Construction Accident Caused by Concrete Truck Driver
Working construction is a hard, physical job. But what happens if you're hurt on a construction site and the accident is caused by another contractor?
This is the true story of one of our clients, a concrete finisher. Concrete workers dig the holes for footers, build the rebar cages, vibrate, smooth, and level the concrete. And our guy had done that for 20 years, rising to be a foreman for his crew of 5 concrete workers that worked in commercial construction.
Any large structure needs footers to hold and stabilize the weight. On an October morning at a construction site in Northeast, those footers for a large parking deck had been dug and leveled. They measured 16 x 30 feet, were 4 feet deep, and had been tied off with steel rebar cages to stabilize the concrete. It was the first pour of the day on that jobsite.
Because the concrete workers need to level, smooth, and vibrate the concrete, they use scaffold boards, secured across the footer, to walk across and stand on to reach the concrete in the middle of the footer as it is poured. The concrete trucks had been ordered and the crew stood by the footer waiting for the first truck.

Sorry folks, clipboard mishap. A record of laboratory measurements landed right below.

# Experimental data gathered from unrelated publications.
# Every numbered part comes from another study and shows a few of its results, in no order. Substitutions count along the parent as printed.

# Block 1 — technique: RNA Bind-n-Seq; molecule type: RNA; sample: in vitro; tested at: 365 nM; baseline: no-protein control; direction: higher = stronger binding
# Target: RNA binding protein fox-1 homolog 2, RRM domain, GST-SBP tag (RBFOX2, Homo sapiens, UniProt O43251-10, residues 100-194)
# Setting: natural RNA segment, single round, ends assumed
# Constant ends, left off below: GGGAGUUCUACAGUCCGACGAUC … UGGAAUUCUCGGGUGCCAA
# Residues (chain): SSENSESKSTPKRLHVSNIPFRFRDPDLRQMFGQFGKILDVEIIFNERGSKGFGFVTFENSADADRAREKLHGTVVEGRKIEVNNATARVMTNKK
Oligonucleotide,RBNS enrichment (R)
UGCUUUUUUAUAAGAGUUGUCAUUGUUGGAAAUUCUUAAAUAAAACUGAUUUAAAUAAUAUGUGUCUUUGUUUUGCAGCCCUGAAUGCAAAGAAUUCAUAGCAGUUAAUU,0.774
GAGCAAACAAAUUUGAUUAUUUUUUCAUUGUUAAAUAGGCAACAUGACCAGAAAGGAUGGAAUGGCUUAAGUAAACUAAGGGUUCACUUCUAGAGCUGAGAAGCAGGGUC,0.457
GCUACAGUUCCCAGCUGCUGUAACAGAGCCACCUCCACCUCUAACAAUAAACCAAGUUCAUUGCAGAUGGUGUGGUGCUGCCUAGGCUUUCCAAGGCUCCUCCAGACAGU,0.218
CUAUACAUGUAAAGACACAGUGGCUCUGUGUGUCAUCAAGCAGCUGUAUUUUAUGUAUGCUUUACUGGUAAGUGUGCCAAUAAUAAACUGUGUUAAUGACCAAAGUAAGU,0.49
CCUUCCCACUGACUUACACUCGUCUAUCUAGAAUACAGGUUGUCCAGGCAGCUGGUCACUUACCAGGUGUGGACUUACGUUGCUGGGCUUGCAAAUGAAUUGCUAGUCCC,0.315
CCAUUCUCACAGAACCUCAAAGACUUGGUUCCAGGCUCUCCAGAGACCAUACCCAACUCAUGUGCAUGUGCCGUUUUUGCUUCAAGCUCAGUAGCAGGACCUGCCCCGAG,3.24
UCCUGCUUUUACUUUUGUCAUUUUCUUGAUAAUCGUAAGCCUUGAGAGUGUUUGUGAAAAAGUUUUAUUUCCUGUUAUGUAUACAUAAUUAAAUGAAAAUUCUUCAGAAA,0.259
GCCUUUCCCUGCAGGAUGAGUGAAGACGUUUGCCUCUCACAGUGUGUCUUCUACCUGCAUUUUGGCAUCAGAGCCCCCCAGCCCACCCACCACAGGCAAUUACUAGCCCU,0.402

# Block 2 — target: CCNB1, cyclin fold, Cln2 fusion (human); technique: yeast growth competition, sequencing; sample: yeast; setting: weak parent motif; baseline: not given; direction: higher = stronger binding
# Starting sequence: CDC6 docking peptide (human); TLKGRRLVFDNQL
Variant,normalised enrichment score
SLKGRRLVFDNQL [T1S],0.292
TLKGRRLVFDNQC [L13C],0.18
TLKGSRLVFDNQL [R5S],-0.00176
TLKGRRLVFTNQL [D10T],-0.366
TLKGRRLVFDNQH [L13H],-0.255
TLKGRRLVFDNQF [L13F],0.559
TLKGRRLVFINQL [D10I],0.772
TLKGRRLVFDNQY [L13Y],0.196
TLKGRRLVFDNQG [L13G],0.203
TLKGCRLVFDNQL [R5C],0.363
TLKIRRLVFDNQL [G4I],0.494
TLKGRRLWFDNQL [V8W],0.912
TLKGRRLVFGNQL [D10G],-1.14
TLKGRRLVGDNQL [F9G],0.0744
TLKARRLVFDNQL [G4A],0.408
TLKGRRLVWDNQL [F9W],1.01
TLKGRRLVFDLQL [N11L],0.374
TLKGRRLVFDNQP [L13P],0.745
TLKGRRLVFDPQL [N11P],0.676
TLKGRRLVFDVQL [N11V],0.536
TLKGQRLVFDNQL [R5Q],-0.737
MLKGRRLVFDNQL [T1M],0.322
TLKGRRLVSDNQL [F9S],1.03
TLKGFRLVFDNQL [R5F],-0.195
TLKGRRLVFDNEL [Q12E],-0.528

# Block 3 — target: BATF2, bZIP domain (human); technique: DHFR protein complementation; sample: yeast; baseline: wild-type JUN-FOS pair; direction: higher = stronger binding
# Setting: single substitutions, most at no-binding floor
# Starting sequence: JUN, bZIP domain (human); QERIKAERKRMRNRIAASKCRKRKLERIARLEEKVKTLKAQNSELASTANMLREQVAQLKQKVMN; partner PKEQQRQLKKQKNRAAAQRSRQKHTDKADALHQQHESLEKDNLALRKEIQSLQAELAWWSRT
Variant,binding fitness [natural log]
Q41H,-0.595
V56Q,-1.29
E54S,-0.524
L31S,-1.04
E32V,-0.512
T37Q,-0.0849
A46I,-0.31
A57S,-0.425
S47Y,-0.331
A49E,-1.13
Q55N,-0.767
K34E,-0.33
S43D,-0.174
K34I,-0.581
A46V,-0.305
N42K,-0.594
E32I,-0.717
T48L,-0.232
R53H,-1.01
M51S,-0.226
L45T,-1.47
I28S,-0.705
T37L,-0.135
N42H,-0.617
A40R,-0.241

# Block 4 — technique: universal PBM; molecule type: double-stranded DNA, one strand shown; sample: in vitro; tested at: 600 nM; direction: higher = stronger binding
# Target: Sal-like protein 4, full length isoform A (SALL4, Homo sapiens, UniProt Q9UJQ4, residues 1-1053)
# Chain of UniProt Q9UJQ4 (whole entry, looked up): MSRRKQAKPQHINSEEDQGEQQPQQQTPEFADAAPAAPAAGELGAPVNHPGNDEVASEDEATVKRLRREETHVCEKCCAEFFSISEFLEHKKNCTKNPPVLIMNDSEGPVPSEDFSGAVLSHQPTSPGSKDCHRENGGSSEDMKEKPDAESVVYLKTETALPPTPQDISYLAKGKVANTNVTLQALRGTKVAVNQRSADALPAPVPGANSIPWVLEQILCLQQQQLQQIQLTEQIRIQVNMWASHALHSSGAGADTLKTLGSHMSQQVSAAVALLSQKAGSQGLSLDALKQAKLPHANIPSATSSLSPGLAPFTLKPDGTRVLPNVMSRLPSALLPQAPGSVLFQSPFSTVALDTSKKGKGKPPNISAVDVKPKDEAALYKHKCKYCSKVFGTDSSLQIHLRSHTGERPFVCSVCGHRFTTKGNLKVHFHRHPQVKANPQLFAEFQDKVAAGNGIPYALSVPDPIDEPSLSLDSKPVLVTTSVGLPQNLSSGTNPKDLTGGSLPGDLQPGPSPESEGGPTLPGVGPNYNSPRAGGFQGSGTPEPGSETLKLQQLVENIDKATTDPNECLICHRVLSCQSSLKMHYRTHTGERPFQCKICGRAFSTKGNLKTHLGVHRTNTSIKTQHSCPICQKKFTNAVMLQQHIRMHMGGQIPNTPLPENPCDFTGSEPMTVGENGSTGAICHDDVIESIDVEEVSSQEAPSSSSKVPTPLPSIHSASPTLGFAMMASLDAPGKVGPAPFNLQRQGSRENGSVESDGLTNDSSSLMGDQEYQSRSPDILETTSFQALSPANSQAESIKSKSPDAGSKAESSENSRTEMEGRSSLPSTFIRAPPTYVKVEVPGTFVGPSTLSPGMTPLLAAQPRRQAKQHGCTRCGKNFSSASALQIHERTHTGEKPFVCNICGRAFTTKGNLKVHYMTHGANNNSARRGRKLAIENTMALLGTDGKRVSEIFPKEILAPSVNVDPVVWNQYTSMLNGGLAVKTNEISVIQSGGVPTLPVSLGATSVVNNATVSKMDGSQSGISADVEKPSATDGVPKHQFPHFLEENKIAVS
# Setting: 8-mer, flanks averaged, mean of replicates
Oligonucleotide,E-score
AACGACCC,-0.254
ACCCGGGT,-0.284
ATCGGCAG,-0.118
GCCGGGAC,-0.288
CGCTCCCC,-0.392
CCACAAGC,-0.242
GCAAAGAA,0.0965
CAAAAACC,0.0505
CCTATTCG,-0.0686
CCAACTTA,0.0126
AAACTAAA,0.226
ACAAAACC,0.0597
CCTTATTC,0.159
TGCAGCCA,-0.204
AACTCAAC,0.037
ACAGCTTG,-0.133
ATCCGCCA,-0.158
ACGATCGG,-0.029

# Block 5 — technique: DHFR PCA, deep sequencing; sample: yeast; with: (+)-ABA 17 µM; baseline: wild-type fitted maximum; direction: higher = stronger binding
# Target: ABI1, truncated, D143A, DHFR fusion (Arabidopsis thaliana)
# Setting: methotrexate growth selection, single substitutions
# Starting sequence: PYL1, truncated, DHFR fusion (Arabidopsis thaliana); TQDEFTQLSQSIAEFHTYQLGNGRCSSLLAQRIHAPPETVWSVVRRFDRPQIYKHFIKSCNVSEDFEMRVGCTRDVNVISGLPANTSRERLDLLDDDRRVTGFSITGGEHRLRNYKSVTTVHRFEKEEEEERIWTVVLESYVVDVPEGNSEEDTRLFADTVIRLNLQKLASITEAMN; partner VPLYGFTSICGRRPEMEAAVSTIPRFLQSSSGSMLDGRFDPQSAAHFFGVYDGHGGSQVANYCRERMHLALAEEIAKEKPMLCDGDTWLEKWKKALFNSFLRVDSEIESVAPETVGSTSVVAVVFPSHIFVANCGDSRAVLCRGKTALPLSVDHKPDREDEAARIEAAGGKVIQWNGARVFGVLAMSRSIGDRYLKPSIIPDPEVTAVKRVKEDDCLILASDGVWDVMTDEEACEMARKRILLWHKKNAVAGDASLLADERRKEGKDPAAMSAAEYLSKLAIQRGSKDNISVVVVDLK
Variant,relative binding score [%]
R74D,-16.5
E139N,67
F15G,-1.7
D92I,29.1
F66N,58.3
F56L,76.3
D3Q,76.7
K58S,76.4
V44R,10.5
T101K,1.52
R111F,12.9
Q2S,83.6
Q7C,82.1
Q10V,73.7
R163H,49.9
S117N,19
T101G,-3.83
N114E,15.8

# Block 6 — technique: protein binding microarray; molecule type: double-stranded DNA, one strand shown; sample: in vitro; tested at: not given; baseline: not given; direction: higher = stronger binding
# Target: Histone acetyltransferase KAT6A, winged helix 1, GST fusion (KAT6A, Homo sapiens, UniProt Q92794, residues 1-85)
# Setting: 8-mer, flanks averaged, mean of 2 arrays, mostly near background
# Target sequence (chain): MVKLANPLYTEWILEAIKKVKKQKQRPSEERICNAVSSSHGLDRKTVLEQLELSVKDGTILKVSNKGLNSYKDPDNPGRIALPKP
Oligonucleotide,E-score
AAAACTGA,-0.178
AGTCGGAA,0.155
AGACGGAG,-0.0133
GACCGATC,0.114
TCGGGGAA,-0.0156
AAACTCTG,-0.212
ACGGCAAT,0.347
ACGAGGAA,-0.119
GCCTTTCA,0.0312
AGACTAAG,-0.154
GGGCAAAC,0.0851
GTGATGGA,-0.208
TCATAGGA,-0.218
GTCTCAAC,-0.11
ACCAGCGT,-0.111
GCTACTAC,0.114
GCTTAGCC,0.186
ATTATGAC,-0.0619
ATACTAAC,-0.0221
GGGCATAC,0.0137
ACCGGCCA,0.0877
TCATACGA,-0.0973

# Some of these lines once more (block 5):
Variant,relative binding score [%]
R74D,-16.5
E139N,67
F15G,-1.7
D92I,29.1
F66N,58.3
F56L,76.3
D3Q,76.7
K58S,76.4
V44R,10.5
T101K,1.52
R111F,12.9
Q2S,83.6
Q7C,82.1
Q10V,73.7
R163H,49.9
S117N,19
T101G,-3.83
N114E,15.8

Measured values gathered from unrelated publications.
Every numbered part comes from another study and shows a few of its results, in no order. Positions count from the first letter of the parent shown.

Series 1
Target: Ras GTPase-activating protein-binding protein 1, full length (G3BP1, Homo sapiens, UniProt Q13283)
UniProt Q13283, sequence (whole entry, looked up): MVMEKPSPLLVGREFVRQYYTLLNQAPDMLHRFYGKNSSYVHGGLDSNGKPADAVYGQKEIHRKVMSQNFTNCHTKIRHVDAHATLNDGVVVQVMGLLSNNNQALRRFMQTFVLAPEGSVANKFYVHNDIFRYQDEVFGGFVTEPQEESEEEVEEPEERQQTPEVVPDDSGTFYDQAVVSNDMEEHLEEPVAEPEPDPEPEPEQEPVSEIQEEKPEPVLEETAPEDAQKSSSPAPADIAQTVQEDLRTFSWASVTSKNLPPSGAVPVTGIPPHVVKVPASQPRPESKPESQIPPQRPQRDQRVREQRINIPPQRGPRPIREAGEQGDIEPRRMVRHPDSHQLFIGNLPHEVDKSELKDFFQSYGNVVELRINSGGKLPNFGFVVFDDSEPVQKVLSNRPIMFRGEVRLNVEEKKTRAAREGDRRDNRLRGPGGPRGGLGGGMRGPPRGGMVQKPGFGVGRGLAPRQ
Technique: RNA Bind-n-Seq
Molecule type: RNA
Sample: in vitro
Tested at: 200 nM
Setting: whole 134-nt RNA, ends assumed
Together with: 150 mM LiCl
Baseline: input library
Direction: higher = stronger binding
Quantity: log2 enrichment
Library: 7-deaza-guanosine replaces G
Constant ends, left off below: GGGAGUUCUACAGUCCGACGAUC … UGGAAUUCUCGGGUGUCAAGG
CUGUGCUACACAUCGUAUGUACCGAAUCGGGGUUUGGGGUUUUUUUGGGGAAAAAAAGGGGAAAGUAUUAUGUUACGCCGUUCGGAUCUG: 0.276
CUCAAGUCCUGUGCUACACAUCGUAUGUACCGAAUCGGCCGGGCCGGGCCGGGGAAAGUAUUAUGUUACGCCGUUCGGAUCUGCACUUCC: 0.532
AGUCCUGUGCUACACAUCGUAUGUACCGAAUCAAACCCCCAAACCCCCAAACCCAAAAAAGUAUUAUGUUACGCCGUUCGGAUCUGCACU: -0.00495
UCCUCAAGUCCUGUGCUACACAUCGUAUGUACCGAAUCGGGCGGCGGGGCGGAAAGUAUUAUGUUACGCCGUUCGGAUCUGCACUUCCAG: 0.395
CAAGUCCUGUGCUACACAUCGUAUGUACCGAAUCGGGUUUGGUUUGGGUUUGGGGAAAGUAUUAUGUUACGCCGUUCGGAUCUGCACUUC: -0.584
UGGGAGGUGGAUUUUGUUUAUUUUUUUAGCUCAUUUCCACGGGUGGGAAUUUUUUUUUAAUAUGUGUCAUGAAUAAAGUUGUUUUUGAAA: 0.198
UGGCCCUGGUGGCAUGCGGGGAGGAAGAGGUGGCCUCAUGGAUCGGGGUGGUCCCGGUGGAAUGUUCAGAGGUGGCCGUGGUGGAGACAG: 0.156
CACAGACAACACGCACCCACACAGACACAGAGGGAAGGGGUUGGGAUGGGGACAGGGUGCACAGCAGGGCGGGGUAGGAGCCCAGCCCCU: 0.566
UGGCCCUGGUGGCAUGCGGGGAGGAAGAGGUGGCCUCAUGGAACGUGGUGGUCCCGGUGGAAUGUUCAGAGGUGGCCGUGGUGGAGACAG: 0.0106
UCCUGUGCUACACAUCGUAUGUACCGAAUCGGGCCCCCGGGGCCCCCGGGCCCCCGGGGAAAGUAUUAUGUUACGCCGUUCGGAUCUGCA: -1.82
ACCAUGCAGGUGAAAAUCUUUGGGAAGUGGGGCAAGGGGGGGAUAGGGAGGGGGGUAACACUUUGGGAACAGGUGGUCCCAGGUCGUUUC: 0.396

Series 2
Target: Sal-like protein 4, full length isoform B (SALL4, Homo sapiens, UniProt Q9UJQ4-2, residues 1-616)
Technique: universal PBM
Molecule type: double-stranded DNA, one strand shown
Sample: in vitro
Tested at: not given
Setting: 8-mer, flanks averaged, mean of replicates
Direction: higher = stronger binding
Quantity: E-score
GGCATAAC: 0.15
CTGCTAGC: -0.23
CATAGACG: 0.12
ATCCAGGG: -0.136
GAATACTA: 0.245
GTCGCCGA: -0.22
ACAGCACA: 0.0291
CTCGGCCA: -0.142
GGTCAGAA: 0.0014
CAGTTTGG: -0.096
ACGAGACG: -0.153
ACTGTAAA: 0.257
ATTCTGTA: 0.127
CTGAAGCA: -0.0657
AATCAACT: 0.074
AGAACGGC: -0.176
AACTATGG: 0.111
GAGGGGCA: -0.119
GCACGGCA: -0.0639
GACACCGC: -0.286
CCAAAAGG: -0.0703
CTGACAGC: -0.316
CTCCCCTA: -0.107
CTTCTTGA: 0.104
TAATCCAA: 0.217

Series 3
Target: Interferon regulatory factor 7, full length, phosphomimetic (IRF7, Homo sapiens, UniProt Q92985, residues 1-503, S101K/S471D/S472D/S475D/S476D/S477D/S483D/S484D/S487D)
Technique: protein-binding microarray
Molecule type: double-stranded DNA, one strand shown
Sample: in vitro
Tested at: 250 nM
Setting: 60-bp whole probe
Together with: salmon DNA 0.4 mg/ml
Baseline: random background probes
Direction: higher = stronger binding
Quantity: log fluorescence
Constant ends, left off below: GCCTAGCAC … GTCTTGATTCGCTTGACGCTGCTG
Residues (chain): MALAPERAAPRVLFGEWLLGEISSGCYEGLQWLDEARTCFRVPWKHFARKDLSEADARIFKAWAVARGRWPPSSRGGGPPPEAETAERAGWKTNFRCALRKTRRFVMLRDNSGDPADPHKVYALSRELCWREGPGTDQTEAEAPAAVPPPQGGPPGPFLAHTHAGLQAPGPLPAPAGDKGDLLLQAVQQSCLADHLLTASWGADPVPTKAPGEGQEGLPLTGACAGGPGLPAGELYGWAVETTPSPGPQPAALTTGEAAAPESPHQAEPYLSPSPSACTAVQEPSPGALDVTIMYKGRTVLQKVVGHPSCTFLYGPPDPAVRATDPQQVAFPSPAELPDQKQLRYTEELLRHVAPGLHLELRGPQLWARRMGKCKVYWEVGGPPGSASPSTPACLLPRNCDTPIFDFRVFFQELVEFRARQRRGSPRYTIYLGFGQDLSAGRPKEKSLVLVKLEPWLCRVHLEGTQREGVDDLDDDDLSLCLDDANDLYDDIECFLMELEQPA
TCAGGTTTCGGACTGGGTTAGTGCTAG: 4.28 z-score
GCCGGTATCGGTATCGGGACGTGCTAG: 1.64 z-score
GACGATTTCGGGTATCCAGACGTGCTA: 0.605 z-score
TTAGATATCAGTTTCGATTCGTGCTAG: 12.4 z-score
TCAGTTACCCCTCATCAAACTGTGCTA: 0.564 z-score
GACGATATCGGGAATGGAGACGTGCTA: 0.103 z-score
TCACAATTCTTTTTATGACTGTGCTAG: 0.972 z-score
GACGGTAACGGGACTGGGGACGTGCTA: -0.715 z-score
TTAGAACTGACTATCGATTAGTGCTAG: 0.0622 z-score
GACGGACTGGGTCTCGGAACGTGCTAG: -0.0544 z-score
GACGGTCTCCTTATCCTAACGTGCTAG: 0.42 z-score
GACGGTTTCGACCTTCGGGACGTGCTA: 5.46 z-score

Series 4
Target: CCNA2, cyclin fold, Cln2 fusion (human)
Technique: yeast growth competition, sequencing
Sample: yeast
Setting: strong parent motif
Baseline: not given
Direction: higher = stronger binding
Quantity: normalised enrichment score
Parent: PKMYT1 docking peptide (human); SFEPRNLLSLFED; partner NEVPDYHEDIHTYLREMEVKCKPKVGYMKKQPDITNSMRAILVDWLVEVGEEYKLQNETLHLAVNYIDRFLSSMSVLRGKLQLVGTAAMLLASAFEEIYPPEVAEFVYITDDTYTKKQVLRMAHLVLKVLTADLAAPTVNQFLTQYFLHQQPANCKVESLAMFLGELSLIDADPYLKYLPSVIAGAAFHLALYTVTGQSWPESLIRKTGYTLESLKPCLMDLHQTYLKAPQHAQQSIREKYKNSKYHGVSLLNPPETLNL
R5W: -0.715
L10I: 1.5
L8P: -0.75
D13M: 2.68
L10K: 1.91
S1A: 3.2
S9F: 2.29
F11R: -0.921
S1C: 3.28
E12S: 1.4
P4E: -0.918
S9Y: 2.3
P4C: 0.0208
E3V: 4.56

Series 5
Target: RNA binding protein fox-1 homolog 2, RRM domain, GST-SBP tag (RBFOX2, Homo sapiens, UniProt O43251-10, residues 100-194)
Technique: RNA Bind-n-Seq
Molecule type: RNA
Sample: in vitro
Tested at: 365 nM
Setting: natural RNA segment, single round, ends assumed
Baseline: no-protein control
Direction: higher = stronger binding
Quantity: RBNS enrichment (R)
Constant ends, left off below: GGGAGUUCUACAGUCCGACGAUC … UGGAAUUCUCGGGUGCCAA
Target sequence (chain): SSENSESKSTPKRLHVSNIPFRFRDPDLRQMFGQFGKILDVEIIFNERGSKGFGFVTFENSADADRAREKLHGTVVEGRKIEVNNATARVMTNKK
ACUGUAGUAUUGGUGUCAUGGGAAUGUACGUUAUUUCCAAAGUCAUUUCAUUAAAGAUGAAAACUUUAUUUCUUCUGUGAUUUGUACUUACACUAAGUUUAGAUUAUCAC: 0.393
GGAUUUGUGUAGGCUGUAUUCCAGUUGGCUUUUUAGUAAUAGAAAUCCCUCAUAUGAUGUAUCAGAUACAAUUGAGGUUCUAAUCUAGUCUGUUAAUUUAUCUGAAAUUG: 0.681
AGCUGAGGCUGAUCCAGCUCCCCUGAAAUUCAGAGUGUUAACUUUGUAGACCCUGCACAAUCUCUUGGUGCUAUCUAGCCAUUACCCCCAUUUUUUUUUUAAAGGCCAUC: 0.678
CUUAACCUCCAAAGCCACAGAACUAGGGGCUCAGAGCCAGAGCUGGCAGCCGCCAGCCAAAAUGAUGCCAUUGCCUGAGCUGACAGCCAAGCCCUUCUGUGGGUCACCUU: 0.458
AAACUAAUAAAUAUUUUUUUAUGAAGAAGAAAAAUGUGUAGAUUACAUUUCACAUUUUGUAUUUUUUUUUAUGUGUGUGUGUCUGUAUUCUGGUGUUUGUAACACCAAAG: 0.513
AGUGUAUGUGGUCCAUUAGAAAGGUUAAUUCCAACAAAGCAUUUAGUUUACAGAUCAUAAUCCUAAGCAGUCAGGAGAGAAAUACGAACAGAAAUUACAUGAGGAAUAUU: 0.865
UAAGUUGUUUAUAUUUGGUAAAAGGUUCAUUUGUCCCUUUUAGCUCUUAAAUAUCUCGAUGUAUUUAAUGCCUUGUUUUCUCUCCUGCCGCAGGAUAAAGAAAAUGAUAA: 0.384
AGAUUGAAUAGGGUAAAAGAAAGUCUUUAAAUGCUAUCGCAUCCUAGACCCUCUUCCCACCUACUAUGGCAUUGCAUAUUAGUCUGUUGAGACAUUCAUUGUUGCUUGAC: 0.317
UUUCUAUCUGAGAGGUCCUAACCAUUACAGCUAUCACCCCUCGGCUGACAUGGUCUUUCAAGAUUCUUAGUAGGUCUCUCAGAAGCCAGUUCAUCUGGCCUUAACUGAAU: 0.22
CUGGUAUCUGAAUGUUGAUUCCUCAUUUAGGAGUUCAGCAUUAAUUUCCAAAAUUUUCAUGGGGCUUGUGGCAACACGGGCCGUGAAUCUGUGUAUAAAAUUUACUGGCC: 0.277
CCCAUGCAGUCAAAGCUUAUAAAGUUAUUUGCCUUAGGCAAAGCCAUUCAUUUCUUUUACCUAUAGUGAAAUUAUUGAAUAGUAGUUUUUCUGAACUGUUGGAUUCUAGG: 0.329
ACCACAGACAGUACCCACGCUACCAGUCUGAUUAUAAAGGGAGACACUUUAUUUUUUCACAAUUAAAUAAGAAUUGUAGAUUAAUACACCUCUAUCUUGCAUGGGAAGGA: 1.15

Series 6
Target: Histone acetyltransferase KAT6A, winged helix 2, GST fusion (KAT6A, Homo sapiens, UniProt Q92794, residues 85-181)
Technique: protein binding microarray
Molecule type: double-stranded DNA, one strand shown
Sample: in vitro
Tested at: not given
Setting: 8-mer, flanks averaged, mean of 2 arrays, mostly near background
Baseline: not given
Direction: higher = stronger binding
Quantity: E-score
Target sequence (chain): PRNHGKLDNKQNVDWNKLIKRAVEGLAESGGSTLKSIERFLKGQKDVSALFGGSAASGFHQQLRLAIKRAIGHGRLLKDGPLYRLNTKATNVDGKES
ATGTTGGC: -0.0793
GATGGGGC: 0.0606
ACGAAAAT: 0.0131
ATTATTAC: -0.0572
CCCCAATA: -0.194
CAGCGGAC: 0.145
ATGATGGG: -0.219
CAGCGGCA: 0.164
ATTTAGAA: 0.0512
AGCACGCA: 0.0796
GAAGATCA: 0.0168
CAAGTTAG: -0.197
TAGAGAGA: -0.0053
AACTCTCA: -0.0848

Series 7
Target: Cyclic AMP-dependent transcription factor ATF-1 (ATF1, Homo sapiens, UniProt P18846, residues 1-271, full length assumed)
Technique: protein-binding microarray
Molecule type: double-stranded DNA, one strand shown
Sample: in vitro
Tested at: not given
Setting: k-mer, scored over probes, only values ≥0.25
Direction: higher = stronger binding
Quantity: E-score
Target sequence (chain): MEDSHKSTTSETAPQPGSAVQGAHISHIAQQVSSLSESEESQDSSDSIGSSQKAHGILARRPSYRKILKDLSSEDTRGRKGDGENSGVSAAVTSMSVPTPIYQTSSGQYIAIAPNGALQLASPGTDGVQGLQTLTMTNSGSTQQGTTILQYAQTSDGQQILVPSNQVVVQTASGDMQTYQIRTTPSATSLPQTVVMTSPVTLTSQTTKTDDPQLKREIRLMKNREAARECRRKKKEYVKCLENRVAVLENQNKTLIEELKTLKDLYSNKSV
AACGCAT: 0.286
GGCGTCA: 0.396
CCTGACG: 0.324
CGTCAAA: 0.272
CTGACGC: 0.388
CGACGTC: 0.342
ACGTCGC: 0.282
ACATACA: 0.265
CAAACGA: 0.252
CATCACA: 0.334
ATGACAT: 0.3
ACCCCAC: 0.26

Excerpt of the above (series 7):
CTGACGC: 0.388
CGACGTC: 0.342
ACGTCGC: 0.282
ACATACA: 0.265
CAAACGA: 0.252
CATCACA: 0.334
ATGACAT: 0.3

The first truck backed into place and the driver lowered its concrete chute into the hole.
Because of the noise of the construction site and the fact that some workers don't speak English, hand signals are industry standard. Our guy, the foreman, is in charge of signaling the concrete truck driver to start the pour and where to pour it. He went on to the scaffold board to plug in the concrete vibrator.
The driver (the only one who controls the concrete chute) raised the chute while the concrete foreman had his back turned. He knew the scaffold board was in place, workers were in the area, and that he had to wait for a signal before moving the chute. He didn't look - he just raised the chute. The concrete chute hit the scaffold board and flipped the foreman into the footer. When he landed, his leg got caught in the rebar cage, breaking it in several places.
The ambulance crew and fire fighters used a special stretcher to pull him out of the footer and he was taken to a local hospital for emergency surgery. His recovery included hospitalization, two surgeries, many visits to specialists, and physical therapy. Still, he was left with a significant permanent injury.
Since he was at work when he was hurt by another company's employee, he could get both workers' comp benefits and file a case against the company that caused the injury. Both cases settled, allowing him to retire from the strenuous job he held for so long and providing for his future care.